Since the early days of cinema, science fiction films have flourished, capturing the imagination and commanding impressive box office receipts along the way. But not all great populist SF have been widely seen, large scale franchises, or big event films with A-list stars.
Great speculative fiction is often found in small scale indie film attire and art house dress or have been lost over the years as the cult of admirers dwindled or got lost in something else. The following list guarantees an adventurous path of imagined futures, possible pasts, artificial intelligence, virtual reality, stinging satire and so much more, and perhaps best of all is that many of these films are relatively obscure and are bound to be new discoveries for many of you. Enjoy!
15. Renaissance (2006)
In the year 2054, Paris has become an industrial nightmare where the Avalon Corporation promises eternal youth and lasting beauty in the closely monitored City of Lights. Visually stark, spiked with high contrast extravagance, director Christian Volckman’s motion-capture black-and-white animation spectacle Renaissance is a detailed fever-dream of neo-noir sci-fi. A kinda-sorta French version of The Matrix, with optical splashes from Fritz Lang’s Metropolis (1927) and Richard Linklater’s A Scanner Darkly (2006) for added menace.
Daniel Craig is Barthélémy Karas, a tight-lipped cop after kidnapped scientist Ilona (Romola Garai), and most assuredly a far-reaching conspiracy involving Avalon is about to have all the film’s players at odds.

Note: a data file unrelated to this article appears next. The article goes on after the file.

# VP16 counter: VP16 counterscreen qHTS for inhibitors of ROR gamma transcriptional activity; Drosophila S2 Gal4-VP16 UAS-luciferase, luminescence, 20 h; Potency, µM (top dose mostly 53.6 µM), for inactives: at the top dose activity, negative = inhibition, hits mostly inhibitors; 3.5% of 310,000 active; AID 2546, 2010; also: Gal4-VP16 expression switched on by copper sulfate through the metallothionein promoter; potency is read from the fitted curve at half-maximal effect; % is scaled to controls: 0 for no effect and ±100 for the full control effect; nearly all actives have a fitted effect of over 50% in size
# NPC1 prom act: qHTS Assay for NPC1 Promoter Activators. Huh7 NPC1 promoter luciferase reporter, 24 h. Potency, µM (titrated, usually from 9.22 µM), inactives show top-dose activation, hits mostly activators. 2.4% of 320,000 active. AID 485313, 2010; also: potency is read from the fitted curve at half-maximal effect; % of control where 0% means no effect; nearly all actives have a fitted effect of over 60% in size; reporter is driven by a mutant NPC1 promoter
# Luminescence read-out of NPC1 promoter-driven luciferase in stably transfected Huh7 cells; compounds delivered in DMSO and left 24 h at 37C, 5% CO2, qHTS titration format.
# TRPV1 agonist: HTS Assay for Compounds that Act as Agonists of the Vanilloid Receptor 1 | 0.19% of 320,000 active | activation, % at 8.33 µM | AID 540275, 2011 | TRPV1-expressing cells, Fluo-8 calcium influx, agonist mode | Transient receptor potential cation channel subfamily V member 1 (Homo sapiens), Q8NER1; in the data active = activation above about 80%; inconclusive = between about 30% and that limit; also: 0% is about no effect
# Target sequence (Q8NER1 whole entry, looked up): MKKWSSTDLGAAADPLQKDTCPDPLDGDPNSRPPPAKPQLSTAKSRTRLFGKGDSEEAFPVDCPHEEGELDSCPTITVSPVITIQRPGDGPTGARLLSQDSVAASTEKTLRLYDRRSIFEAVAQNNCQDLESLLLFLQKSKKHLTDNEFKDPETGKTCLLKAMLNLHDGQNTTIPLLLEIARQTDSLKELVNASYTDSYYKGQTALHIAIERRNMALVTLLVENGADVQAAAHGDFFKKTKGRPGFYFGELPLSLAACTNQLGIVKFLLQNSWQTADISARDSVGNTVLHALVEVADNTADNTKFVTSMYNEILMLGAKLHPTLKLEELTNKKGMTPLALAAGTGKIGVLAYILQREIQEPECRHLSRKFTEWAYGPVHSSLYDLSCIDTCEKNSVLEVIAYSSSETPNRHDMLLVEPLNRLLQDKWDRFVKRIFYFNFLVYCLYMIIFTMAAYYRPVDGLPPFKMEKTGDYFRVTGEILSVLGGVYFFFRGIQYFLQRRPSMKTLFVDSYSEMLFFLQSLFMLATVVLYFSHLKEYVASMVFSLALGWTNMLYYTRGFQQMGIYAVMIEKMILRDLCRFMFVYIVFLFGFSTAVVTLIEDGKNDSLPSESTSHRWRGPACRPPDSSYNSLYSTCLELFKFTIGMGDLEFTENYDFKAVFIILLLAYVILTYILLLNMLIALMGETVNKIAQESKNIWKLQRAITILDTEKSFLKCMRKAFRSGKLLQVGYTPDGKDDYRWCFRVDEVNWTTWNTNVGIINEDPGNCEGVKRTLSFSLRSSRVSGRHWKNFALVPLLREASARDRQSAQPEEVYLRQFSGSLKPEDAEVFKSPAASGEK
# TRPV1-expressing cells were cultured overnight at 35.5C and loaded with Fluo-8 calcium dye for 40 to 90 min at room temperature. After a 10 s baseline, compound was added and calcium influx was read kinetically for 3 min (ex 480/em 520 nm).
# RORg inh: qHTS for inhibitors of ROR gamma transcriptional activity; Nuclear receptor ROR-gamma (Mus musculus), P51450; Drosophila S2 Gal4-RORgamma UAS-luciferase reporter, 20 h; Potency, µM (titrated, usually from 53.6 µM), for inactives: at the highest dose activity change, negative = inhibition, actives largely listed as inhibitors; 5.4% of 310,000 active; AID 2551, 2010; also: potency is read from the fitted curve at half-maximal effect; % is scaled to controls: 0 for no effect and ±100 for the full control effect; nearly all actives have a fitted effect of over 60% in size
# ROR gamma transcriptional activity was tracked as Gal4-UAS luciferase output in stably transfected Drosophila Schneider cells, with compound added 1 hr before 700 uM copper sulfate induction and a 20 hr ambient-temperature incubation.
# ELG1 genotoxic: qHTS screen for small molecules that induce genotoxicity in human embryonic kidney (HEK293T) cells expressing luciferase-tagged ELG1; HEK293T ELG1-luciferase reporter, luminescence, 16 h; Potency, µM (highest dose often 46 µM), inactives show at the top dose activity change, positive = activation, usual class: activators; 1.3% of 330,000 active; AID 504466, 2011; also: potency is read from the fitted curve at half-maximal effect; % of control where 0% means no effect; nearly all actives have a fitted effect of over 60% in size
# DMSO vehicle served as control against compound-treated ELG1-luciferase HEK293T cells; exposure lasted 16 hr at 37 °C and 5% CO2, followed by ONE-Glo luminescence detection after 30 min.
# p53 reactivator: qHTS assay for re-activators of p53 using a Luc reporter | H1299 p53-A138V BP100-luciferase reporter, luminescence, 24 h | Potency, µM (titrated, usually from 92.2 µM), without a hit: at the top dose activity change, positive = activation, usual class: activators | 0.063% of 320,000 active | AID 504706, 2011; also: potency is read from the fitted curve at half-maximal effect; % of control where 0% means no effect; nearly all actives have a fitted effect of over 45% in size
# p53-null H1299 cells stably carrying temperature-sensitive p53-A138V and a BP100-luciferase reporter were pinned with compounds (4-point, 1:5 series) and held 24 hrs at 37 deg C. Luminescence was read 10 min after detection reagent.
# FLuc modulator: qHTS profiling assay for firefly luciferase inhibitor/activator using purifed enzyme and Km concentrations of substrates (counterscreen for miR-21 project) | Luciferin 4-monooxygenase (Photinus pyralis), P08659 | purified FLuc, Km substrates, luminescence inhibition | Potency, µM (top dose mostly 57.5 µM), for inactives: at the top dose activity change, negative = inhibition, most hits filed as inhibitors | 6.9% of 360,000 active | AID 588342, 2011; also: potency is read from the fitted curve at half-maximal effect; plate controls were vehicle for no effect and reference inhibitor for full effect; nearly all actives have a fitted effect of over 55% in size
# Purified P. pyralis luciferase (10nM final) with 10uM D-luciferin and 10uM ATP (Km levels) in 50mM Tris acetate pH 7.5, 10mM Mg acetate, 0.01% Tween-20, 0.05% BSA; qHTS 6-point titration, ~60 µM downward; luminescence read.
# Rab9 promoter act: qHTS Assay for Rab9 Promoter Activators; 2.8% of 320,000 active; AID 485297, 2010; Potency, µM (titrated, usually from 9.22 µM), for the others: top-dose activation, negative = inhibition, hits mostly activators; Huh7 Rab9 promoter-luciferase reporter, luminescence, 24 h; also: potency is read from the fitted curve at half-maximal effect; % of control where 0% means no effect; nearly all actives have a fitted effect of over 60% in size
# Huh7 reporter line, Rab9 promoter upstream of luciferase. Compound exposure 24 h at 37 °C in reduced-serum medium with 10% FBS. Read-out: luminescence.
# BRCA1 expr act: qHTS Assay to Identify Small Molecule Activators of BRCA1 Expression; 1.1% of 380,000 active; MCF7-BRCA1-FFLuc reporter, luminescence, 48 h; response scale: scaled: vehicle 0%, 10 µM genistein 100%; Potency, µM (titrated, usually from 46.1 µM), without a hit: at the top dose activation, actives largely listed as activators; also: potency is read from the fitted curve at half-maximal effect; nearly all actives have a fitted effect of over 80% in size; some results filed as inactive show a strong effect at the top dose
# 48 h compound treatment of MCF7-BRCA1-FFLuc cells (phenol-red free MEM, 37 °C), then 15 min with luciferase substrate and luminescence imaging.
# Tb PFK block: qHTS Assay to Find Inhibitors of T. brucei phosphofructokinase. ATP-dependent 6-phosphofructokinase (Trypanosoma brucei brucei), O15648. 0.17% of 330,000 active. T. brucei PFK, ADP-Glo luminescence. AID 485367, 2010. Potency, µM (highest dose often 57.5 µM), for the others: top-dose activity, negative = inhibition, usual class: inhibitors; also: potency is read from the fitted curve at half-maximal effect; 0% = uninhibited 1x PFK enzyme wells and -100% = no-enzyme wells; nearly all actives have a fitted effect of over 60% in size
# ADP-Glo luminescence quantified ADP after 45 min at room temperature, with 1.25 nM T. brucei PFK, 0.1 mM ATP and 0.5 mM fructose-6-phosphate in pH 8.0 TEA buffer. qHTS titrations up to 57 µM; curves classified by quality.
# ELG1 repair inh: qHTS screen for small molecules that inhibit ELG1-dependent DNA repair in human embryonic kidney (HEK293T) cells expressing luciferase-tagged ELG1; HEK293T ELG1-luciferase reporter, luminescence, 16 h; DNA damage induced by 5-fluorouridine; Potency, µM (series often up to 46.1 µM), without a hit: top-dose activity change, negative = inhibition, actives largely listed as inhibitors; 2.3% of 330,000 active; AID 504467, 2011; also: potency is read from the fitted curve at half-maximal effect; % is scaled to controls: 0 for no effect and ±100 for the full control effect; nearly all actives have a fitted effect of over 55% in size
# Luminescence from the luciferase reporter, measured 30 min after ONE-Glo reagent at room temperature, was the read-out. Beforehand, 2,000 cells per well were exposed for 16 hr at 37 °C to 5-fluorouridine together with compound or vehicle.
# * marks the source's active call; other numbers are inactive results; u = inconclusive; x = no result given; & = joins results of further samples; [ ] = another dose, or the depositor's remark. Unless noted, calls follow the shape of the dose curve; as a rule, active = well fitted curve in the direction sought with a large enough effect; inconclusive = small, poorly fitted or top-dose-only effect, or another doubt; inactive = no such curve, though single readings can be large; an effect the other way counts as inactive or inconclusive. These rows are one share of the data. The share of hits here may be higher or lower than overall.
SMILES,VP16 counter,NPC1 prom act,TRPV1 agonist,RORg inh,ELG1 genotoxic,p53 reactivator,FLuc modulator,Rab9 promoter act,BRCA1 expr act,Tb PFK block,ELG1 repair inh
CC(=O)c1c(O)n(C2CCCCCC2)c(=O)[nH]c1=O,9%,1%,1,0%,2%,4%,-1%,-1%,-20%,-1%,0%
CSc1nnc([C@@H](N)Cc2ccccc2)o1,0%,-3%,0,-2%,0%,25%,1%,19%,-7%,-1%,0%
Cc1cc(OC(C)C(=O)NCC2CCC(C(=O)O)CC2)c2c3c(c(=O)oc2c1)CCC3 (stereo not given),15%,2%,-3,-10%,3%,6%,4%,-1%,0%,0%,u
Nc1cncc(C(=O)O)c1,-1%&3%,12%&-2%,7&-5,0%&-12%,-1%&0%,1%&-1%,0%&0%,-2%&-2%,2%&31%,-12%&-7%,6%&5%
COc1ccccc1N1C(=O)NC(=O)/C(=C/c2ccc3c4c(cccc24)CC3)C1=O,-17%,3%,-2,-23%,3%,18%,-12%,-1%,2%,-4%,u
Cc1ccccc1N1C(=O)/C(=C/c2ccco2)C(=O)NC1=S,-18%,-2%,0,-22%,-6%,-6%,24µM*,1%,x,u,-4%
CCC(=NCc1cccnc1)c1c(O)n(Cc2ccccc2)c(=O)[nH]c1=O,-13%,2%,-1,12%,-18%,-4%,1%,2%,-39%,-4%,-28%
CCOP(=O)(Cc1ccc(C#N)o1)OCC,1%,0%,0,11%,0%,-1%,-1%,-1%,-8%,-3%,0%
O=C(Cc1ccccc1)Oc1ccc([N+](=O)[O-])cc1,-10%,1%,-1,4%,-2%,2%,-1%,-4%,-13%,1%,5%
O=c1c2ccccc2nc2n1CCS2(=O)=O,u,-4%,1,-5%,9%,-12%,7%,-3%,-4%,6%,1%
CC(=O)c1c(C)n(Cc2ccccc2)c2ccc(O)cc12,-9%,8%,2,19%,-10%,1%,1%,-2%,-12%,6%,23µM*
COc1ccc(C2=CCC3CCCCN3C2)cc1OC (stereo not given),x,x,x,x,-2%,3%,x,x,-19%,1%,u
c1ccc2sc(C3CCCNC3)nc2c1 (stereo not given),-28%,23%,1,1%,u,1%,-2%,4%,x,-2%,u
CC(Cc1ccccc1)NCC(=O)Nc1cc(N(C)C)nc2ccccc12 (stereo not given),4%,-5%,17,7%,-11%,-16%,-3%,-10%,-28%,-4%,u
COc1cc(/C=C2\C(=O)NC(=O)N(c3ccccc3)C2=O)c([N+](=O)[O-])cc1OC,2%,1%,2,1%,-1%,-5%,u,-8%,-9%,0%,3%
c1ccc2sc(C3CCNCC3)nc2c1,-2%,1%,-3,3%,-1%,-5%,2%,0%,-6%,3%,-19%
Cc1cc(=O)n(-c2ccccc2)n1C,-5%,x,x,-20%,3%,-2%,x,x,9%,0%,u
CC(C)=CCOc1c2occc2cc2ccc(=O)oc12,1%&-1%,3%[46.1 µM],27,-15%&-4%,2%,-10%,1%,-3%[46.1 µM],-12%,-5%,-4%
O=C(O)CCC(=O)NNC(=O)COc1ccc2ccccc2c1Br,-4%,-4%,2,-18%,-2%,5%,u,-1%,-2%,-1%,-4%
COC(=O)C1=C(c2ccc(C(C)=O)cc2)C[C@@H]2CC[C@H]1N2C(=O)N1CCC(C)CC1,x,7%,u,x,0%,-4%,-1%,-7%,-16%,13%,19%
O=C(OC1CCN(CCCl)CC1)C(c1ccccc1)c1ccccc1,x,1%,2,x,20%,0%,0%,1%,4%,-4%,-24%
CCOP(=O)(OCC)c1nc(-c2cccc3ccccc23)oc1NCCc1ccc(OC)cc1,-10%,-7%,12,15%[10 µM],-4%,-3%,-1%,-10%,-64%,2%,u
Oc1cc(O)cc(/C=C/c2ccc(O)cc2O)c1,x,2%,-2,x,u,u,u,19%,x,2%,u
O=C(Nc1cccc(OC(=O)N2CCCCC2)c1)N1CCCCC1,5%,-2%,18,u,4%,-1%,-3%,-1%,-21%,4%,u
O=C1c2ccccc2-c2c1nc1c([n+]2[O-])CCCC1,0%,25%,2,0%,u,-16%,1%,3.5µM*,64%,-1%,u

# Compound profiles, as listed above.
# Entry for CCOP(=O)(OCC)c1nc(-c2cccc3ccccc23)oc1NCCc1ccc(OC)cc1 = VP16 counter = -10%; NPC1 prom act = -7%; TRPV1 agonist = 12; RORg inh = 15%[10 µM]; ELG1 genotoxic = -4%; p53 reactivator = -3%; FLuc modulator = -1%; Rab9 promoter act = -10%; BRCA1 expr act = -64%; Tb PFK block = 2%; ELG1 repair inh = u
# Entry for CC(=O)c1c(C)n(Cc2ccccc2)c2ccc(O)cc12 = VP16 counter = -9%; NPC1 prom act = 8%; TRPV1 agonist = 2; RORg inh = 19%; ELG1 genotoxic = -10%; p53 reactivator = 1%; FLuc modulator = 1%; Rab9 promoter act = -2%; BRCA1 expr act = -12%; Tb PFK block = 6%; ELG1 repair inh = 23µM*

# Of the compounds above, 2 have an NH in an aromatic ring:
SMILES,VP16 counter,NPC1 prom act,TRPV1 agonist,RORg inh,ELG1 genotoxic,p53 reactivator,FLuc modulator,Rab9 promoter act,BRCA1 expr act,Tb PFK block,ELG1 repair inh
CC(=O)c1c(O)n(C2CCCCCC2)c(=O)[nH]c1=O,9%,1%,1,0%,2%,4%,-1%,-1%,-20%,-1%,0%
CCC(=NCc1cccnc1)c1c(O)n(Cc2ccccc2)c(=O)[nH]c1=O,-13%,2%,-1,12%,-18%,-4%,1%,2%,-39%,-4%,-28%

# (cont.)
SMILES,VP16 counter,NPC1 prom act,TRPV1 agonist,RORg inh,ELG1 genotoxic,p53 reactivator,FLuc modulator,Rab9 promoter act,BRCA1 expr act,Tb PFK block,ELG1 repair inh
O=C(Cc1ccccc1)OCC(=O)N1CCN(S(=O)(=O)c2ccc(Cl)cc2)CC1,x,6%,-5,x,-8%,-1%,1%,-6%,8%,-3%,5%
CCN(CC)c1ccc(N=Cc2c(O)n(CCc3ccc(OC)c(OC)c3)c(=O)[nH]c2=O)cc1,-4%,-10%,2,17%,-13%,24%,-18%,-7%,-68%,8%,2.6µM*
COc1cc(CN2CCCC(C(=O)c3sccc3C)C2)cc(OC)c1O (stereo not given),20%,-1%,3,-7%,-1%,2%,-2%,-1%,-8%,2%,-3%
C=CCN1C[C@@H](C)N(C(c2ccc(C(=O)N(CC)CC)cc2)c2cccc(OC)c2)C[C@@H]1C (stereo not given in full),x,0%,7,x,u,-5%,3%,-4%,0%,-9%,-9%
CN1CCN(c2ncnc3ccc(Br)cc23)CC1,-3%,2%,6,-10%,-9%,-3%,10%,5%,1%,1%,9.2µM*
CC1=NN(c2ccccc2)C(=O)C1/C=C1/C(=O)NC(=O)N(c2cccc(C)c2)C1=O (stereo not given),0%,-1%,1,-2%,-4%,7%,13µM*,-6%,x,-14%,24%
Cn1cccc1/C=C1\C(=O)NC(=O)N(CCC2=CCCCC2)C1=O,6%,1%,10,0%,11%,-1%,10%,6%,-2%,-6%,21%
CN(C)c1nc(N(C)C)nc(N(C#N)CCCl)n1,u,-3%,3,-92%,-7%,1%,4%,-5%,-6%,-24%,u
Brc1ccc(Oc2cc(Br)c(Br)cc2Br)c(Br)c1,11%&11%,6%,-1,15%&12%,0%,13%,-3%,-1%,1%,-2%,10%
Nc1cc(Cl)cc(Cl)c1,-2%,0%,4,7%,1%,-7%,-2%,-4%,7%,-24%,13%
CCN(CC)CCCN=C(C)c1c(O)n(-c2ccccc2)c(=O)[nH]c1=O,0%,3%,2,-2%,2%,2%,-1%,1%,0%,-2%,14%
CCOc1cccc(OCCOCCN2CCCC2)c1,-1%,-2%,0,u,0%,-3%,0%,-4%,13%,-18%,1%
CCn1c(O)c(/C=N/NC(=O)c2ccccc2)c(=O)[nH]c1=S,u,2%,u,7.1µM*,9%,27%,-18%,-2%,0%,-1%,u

Granted, much of Renaissance’s plot is convoluted and the overstuffed narrative has a tendency to drag, but the B-movie plot is all on the side to the detailed animation and dizzying eye-candy visuals.
14. Dreamscape (1984)
A mix of action, horror, and straight-up sci-fi makes Joseph Ruben’s Dreamscape a whole heap of messy fun. While it cribs more than a few chapters from Wes Craven’s A Nightmare on Elm Street, it’s also based partially on the 1966 Roger Zelazny novel “The Dream Master”, and smartly keeps a bold blend of adventure and humor in what could be a rather silly story of government-sponsored psychics trained to enter others’ dreams.
Alex Gardner (Dennis Quaid) is coerced into a secret government program that exploits his budding psychic skills under his former teacher Dr. Paul Novotny (Max von Sydow), and a seemingly dangerous official named Bob Blair (Christopher Plummer). With the help of a writer named Charlie Prince (George Wendt), and a dreamy scientist named Jane DeVries (Kate Capshaw), Alex learns of a plot to assassinate the POTUS (Eddie Albert) via dreams.
Dreamscape is at its best in the surreal and unsettling dream sequences throughout; including a scary snake-man, radiation-ravaged unfortunates, and other assorted atomic horrors (David Patrick Kelly’s evil psychic Tommy Ray Glatman is a blast, too), resulting in a surprisingly smart SF adventure that’s also a great artifact of 1980s pop culture.
13. The Incredible Shrinking Man (1957)
Director Jack Arnold’s The Incredible Shrinking Man is an unexpectedly great speculative tale that proves to be an existential treatise, deftly adapted by Richard Matheson from his own 1956 novel.
Scott Carey (Grant Williams) is accidentally exposed to a radioactive cloud of pesticides while on a yachting trip. At first nothing seems amiss, but several months later Scott realizes that he’s inexplicably shrunk in height by several inches. Doctors are baffled as Scott continues to shrink, and he becomes hostile and upset, lashing out at Louise (Randy Stuart), his hapless wife. Fearing that a cure will never be found, Scott becomes a national sensation, but uncertainty reigns.
Having retained his identity as he shrinks to subatomic sizes, fearful that he’d vanish into non-existence, Scott concludes: “Smaller than smallest, I meant something too. To God there is no zero. I still exist!”
The Incredible Shrinking Man poses a number of fascinating philosophical and scientific questions, and while the special effects are still charming and effective, it’s the devastating collapse of Scott’s marriage that makes the film a truly unsettling tragedy. Recommended.